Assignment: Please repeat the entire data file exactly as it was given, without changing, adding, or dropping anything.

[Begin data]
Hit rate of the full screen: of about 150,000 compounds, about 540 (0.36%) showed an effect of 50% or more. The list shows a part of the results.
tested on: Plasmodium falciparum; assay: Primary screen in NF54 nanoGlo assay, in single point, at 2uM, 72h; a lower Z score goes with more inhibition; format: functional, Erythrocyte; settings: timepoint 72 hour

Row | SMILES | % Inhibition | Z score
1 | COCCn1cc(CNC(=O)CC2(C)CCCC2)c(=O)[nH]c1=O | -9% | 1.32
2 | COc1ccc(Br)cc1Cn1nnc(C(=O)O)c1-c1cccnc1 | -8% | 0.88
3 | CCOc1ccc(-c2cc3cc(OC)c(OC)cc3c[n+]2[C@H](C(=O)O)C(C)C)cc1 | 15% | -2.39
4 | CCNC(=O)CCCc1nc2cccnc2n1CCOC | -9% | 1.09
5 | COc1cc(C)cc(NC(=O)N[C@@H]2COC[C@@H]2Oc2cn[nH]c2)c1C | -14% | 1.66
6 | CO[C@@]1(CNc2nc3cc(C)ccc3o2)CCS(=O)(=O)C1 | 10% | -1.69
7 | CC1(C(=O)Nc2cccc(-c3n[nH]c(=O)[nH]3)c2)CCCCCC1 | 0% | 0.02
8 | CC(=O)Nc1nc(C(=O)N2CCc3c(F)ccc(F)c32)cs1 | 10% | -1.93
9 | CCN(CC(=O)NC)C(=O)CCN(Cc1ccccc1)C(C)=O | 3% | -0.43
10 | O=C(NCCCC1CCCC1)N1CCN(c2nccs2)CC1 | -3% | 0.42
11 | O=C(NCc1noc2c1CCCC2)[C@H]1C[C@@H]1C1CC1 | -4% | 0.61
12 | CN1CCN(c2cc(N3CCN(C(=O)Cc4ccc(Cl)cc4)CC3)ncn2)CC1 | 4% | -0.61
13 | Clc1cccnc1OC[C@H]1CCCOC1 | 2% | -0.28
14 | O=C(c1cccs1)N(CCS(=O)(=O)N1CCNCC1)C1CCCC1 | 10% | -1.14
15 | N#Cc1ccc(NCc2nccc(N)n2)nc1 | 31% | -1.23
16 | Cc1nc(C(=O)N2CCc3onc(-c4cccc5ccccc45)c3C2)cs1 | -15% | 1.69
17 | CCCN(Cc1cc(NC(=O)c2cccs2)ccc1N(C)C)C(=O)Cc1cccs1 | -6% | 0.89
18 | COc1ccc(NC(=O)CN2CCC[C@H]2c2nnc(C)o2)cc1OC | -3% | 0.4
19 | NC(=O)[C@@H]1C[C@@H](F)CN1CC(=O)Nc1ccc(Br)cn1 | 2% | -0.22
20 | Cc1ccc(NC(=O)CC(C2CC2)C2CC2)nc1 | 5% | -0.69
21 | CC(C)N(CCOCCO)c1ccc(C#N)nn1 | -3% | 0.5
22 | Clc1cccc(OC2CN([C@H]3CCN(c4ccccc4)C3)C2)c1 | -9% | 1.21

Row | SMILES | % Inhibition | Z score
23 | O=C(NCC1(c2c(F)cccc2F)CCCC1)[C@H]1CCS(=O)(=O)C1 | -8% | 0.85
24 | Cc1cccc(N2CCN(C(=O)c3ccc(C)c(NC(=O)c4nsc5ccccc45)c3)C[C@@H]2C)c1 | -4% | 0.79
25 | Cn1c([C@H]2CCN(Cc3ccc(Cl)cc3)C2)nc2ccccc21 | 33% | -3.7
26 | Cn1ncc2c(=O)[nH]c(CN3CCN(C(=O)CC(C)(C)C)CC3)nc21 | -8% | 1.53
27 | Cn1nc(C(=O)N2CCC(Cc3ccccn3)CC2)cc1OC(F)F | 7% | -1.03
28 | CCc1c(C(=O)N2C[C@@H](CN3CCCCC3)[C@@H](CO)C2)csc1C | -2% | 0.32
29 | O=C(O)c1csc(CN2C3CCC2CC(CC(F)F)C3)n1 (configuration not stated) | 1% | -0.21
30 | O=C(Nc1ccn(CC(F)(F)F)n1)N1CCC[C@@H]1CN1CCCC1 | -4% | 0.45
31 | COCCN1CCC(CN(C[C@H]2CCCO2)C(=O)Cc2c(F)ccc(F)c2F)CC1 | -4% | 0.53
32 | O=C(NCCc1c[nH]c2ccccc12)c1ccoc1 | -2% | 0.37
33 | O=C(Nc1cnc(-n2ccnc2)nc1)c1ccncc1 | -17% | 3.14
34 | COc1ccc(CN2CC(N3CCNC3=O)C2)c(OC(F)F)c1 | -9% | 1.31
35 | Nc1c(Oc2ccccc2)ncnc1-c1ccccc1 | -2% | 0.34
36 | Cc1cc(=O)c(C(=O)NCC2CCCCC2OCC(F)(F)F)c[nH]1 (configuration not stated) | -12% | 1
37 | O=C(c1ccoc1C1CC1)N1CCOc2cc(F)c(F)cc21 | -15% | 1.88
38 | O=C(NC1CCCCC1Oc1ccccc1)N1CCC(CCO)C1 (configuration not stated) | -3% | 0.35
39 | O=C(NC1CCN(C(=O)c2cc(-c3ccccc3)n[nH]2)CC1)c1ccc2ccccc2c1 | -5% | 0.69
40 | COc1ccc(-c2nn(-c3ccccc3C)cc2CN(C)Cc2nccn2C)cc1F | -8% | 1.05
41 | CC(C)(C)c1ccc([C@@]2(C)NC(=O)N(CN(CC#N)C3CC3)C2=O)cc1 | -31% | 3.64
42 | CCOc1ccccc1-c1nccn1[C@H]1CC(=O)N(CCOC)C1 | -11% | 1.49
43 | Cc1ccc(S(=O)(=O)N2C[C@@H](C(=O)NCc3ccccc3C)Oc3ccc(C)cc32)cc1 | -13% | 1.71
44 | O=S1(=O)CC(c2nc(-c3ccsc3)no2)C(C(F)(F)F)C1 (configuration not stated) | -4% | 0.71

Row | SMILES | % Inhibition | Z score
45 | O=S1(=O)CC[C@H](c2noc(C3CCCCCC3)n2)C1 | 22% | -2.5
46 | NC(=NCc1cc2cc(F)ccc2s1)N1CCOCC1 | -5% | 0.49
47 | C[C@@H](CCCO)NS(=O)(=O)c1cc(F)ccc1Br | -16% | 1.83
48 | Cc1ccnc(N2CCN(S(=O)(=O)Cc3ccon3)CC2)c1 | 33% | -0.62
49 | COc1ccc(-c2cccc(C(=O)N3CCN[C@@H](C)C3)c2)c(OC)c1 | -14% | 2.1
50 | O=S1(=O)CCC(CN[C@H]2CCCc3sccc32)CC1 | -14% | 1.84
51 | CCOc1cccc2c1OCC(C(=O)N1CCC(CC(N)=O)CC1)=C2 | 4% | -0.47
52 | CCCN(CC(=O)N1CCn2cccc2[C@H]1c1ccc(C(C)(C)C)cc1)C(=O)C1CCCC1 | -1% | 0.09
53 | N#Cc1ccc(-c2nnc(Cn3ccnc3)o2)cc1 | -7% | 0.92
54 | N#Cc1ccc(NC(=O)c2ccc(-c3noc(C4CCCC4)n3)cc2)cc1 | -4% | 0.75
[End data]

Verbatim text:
Hit rate of the full screen: of about 150,000 compounds, about 540 (0.36%) showed an effect of 50% or more. The list shows a part of the results.
tested on: Plasmodium falciparum; assay: Primary screen in NF54 nanoGlo assay, in single point, at 2uM, 72h; a lower Z score goes with more inhibition; format: functional, Erythrocyte; settings: timepoint 72 hour

Row | SMILES | % Inhibition | Z score
1 | COCCn1cc(CNC(=O)CC2(C)CCCC2)c(=O)[nH]c1=O | -9% | 1.32
2 | COc1ccc(Br)cc1Cn1nnc(C(=O)O)c1-c1cccnc1 | -8% | 0.88
3 | CCOc1ccc(-c2cc3cc(OC)c(OC)cc3c[n+]2[C@H](C(=O)O)C(C)C)cc1 | 15% | -2.39
4 | CCNC(=O)CCCc1nc2cccnc2n1CCOC | -9% | 1.09
5 | COc1cc(C)cc(NC(=O)N[C@@H]2COC[C@@H]2Oc2cn[nH]c2)c1C | -14% | 1.66
6 | CO[C@@]1(CNc2nc3cc(C)ccc3o2)CCS(=O)(=O)C1 | 10% | -1.69
7 | CC1(C(=O)Nc2cccc(-c3n[nH]c(=O)[nH]3)c2)CCCCCC1 | 0% | 0.02
8 | CC(=O)Nc1nc(C(=O)N2CCc3c(F)ccc(F)c32)cs1 | 10% | -1.93
9 | CCN(CC(=O)NC)C(=O)CCN(Cc1ccccc1)C(C)=O | 3% | -0.43
10 | O=C(NCCCC1CCCC1)N1CCN(c2nccs2)CC1 | -3% | 0.42
11 | O=C(NCc1noc2c1CCCC2)[C@H]1C[C@@H]1C1CC1 | -4% | 0.61
12 | CN1CCN(c2cc(N3CCN(C(=O)Cc4ccc(Cl)cc4)CC3)ncn2)CC1 | 4% | -0.61
13 | Clc1cccnc1OC[C@H]1CCCOC1 | 2% | -0.28
14 | O=C(c1cccs1)N(CCS(=O)(=O)N1CCNCC1)C1CCCC1 | 10% | -1.14
15 | N#Cc1ccc(NCc2nccc(N)n2)nc1 | 31% | -1.23
16 | Cc1nc(C(=O)N2CCc3onc(-c4cccc5ccccc45)c3C2)cs1 | -15% | 1.69
17 | CCCN(Cc1cc(NC(=O)c2cccs2)ccc1N(C)C)C(=O)Cc1cccs1 | -6% | 0.89
18 | COc1ccc(NC(=O)CN2CCC[C@H]2c2nnc(C)o2)cc1OC | -3% | 0.4
19 | NC(=O)[C@@H]1C[C@@H](F)CN1CC(=O)Nc1ccc(Br)cn1 | 2% | -0.22
20 | Cc1ccc(NC(=O)CC(C2CC2)C2CC2)nc1 | 5% | -0.69
21 | CC(C)N(CCOCCO)c1ccc(C#N)nn1 | -3% | 0.5
22 | Clc1cccc(OC2CN([C@H]3CCN(c4ccccc4)C3)C2)c1 | -9% | 1.21

Row | SMILES | % Inhibition | Z score
23 | O=C(NCC1(c2c(F)cccc2F)CCCC1)[C@H]1CCS(=O)(=O)C1 | -8% | 0.85
24 | Cc1cccc(N2CCN(C(=O)c3ccc(C)c(NC(=O)c4nsc5ccccc45)c3)C[C@@H]2C)c1 | -4% | 0.79
25 | Cn1c([C@H]2CCN(Cc3ccc(Cl)cc3)C2)nc2ccccc21 | 33% | -3.7
26 | Cn1ncc2c(=O)[nH]c(CN3CCN(C(=O)CC(C)(C)C)CC3)nc21 | -8% | 1.53
27 | Cn1nc(C(=O)N2CCC(Cc3ccccn3)CC2)cc1OC(F)F | 7% | -1.03
28 | CCc1c(C(=O)N2C[C@@H](CN3CCCCC3)[C@@H](CO)C2)csc1C | -2% | 0.32
29 | O=C(O)c1csc(CN2C3CCC2CC(CC(F)F)C3)n1 (configuration not stated) | 1% | -0.21
30 | O=C(Nc1ccn(CC(F)(F)F)n1)N1CCC[C@@H]1CN1CCCC1 | -4% | 0.45
31 | COCCN1CCC(CN(C[C@H]2CCCO2)C(=O)Cc2c(F)ccc(F)c2F)CC1 | -4% | 0.53
32 | O=C(NCCc1c[nH]c2ccccc12)c1ccoc1 | -2% | 0.37
33 | O=C(Nc1cnc(-n2ccnc2)nc1)c1ccncc1 | -17% | 3.14
34 | COc1ccc(CN2CC(N3CCNC3=O)C2)c(OC(F)F)c1 | -9% | 1.31
35 | Nc1c(Oc2ccccc2)ncnc1-c1ccccc1 | -2% | 0.34
36 | Cc1cc(=O)c(C(=O)NCC2CCCCC2OCC(F)(F)F)c[nH]1 (configuration not stated) | -12% | 1
37 | O=C(c1ccoc1C1CC1)N1CCOc2cc(F)c(F)cc21 | -15% | 1.88
38 | O=C(NC1CCCCC1Oc1ccccc1)N1CCC(CCO)C1 (configuration not stated) | -3% | 0.35
39 | O=C(NC1CCN(C(=O)c2cc(-c3ccccc3)n[nH]2)CC1)c1ccc2ccccc2c1 | -5% | 0.69
40 | COc1ccc(-c2nn(-c3ccccc3C)cc2CN(C)Cc2nccn2C)cc1F | -8% | 1.05
41 | CC(C)(C)c1ccc([C@@]2(C)NC(=O)N(CN(CC#N)C3CC3)C2=O)cc1 | -31% | 3.64
42 | CCOc1ccccc1-c1nccn1[C@H]1CC(=O)N(CCOC)C1 | -11% | 1.49
43 | Cc1ccc(S(=O)(=O)N2C[C@@H](C(=O)NCc3ccccc3C)Oc3ccc(C)cc32)cc1 | -13% | 1.71
44 | O=S1(=O)CC(c2nc(-c3ccsc3)no2)C(C(F)(F)F)C1 (configuration not stated) | -4% | 0.71

Row | SMILES | % Inhibition | Z score
45 | O=S1(=O)CC[C@H](c2noc(C3CCCCCC3)n2)C1 | 22% | -2.5
46 | NC(=NCc1cc2cc(F)ccc2s1)N1CCOCC1 | -5% | 0.49
47 | C[C@@H](CCCO)NS(=O)(=O)c1cc(F)ccc1Br | -16% | 1.83
48 | Cc1ccnc(N2CCN(S(=O)(=O)Cc3ccon3)CC2)c1 | 33% | -0.62
49 | COc1ccc(-c2cccc(C(=O)N3CCN[C@@H](C)C3)c2)c(OC)c1 | -14% | 2.1
50 | O=S1(=O)CCC(CN[C@H]2CCCc3sccc32)CC1 | -14% | 1.84
51 | CCOc1cccc2c1OCC(C(=O)N1CCC(CC(N)=O)CC1)=C2 | 4% | -0.47
52 | CCCN(CC(=O)N1CCn2cccc2[C@H]1c1ccc(C(C)(C)C)cc1)C(=O)C1CCCC1 | -1% | 0.09
53 | N#Cc1ccc(-c2nnc(Cn3ccnc3)o2)cc1 | -7% | 0.92
54 | N#Cc1ccc(NC(=O)c2ccc(-c3noc(C4CCCC4)n3)cc2)cc1 | -4% | 0.75